This week Prudential confirmed it will provide advice on defined benefit transfers, after receiving approval from the Financial Conduct Authority.
The announcement came in the midst of an unprecedented surge in demand for DB transfers, a result of pension freedoms and record transfer values.
My first thought? Prudential are brave.
Transferring pension benefits is usually irreversible.
The merits or otherwise of the transfer may only become apparent years into the future.
It is important that firms advising on pension transfers ensure that their clients understand fully the implications of a proposed transfer before deciding whether or not to proceed.
My fear – which I know is shared by many of you – is that just because the client could clearly understand the ramifications of a quick cash hit replacing a steady income in the future today does not mean they will remember this in the future.
With no long stop, recommending a pension transfer may not come back to bite you today or tomorrow but a long way off down in the future.
I fear people who were keen to get their hands on their £35,000 defined benefit pot today will forget that desperation for cash in their hand when they are sat in front of a single heater, freezing to death in their retirement way off in the future.
I fear the government of the future will look back and question how an adviser could justify “recommending” a client give up a guaranteed amount of money when they will no longer be able to earn for taking a lump sum when they could still generate income.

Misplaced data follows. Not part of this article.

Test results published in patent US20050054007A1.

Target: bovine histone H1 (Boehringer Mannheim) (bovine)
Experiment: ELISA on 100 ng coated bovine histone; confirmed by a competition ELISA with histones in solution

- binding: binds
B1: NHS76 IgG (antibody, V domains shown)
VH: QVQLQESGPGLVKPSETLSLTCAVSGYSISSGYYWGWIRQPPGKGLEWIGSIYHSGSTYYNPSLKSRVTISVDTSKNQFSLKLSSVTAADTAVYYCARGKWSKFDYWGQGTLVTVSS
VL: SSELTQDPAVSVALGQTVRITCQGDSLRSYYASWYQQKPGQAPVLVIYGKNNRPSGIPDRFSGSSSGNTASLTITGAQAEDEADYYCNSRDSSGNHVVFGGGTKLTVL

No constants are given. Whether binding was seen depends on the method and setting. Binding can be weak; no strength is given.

Today’s regulators are crystal clear in what is expected of advisers recommending pension transfers today.
Last month the FCA revealed concerns that some firms had been advising on pension transfers or switches without considering the assets in which their client’s funds will be invested.
The regulator stated it was concerned that consumers receiving pension transfer advice in this post pension freedoms world were at risk of transferring into unsuitable investments or – worse – being scammed.
The City watchdog stated a firm advising on a pension transfer from a defined benefit (DB) scheme or other scheme with safeguarded benefits must consider the assets in which the client’s funds will be invested as well as the specific receiving scheme.
It is the responsibility of the firm advising on the transfer to take into account the characteristics of these assets.
I agree with the regulator on this stance but ultimately I am also aware the general regulatory environment has created a climate of fear that makes advisers extremely nervous about recommending a pension transfer in 2017.
I am sure more advisers would be happy to assist with pension transfers – a service that is in great demand - if the regulator either introduced a long stop or introduced an element of “buyer beware” in terms of this area.